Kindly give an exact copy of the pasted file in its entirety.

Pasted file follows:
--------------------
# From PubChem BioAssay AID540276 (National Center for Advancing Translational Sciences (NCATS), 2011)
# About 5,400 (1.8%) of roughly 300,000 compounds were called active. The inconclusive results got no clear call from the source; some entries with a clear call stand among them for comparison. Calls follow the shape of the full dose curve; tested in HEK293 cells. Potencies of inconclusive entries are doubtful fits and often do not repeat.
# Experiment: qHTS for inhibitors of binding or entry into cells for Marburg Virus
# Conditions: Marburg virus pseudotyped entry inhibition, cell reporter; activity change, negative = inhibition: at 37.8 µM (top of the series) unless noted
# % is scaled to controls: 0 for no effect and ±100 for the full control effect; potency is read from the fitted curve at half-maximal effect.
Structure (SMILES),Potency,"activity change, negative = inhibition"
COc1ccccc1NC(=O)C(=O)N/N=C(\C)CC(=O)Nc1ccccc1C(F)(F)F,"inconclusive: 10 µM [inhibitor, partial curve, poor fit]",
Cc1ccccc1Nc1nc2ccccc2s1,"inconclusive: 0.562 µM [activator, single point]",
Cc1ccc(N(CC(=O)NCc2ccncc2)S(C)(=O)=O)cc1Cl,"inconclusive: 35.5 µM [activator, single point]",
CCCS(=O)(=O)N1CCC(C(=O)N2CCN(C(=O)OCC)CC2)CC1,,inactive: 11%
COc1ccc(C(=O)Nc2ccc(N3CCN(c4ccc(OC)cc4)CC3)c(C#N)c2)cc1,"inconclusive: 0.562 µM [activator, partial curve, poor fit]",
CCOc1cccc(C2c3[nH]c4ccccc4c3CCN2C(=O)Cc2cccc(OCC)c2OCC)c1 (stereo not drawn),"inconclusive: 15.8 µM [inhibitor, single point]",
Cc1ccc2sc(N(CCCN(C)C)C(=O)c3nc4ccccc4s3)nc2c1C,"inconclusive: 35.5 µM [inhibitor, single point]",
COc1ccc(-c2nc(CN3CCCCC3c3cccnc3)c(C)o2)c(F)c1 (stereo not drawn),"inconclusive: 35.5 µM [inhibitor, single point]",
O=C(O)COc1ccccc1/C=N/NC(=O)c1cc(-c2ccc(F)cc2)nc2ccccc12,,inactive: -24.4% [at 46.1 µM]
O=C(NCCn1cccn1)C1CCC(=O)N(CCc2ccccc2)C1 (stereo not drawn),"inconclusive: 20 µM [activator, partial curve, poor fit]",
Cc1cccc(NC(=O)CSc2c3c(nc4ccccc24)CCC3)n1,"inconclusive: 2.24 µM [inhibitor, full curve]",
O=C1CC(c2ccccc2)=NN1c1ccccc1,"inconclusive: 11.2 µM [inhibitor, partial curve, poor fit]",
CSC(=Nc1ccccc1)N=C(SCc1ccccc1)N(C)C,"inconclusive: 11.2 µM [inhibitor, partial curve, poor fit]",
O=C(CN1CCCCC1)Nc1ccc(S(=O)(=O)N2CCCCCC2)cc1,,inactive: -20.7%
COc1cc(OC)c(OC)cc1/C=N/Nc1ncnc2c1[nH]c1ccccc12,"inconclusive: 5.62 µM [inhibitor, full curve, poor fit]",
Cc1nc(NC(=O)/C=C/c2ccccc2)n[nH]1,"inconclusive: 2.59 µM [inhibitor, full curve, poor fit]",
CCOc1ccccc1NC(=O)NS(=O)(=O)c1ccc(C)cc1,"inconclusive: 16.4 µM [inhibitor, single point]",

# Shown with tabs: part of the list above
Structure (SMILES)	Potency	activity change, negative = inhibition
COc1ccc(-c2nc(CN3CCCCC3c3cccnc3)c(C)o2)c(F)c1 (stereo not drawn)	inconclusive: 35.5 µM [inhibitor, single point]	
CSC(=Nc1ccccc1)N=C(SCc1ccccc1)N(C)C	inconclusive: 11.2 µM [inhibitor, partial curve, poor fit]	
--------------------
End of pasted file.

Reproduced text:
# From PubChem BioAssay AID540276 (National Center for Advancing Translational Sciences (NCATS), 2011)
# About 5,400 (1.8%) of roughly 300,000 compounds were called active. The inconclusive results got no clear call from the source; some entries with a clear call stand among them for comparison. Calls follow the shape of the full dose curve; tested in HEK293 cells. Potencies of inconclusive entries are doubtful fits and often do not repeat.
# Experiment: qHTS for inhibitors of binding or entry into cells for Marburg Virus
# Conditions: Marburg virus pseudotyped entry inhibition, cell reporter; activity change, negative = inhibition: at 37.8 µM (top of the series) unless noted
# % is scaled to controls: 0 for no effect and ±100 for the full control effect; potency is read from the fitted curve at half-maximal effect.
Structure (SMILES),Potency,"activity change, negative = inhibition"
COc1ccccc1NC(=O)C(=O)N/N=C(\C)CC(=O)Nc1ccccc1C(F)(F)F,"inconclusive: 10 µM [inhibitor, partial curve, poor fit]",
Cc1ccccc1Nc1nc2ccccc2s1,"inconclusive: 0.562 µM [activator, single point]",
Cc1ccc(N(CC(=O)NCc2ccncc2)S(C)(=O)=O)cc1Cl,"inconclusive: 35.5 µM [activator, single point]",
CCCS(=O)(=O)N1CCC(C(=O)N2CCN(C(=O)OCC)CC2)CC1,,inactive: 11%
COc1ccc(C(=O)Nc2ccc(N3CCN(c4ccc(OC)cc4)CC3)c(C#N)c2)cc1,"inconclusive: 0.562 µM [activator, partial curve, poor fit]",
CCOc1cccc(C2c3[nH]c4ccccc4c3CCN2C(=O)Cc2cccc(OCC)c2OCC)c1 (stereo not drawn),"inconclusive: 15.8 µM [inhibitor, single point]",
Cc1ccc2sc(N(CCCN(C)C)C(=O)c3nc4ccccc4s3)nc2c1C,"inconclusive: 35.5 µM [inhibitor, single point]",
COc1ccc(-c2nc(CN3CCCCC3c3cccnc3)c(C)o2)c(F)c1 (stereo not drawn),"inconclusive: 35.5 µM [inhibitor, single point]",
O=C(O)COc1ccccc1/C=N/NC(=O)c1cc(-c2ccc(F)cc2)nc2ccccc12,,inactive: -24.4% [at 46.1 µM]
O=C(NCCn1cccn1)C1CCC(=O)N(CCc2ccccc2)C1 (stereo not drawn),"inconclusive: 20 µM [activator, partial curve, poor fit]",
Cc1cccc(NC(=O)CSc2c3c(nc4ccccc24)CCC3)n1,"inconclusive: 2.24 µM [inhibitor, full curve]",
O=C1CC(c2ccccc2)=NN1c1ccccc1,"inconclusive: 11.2 µM [inhibitor, partial curve, poor fit]",
CSC(=Nc1ccccc1)N=C(SCc1ccccc1)N(C)C,"inconclusive: 11.2 µM [inhibitor, partial curve, poor fit]",
O=C(CN1CCCCC1)Nc1ccc(S(=O)(=O)N2CCCCCC2)cc1,,inactive: -20.7%
COc1cc(OC)c(OC)cc1/C=N/Nc1ncnc2c1[nH]c1ccccc12,"inconclusive: 5.62 µM [inhibitor, full curve, poor fit]",
Cc1nc(NC(=O)/C=C/c2ccccc2)n[nH]1,"inconclusive: 2.59 µM [inhibitor, full curve, poor fit]",
CCOc1ccccc1NC(=O)NS(=O)(=O)c1ccc(C)cc1,"inconclusive: 16.4 µM [inhibitor, single point]",

# Shown with tabs: part of the list above
Structure (SMILES)	Potency	activity change, negative = inhibition
COc1ccc(-c2nc(CN3CCCCC3c3cccnc3)c(C)o2)c(F)c1 (stereo not drawn)	inconclusive: 35.5 µM [inhibitor, single point]	
CSC(=Nc1ccccc1)N=C(SCc1ccccc1)N(C)C	inconclusive: 11.2 µM [inhibitor, partial curve, poor fit]	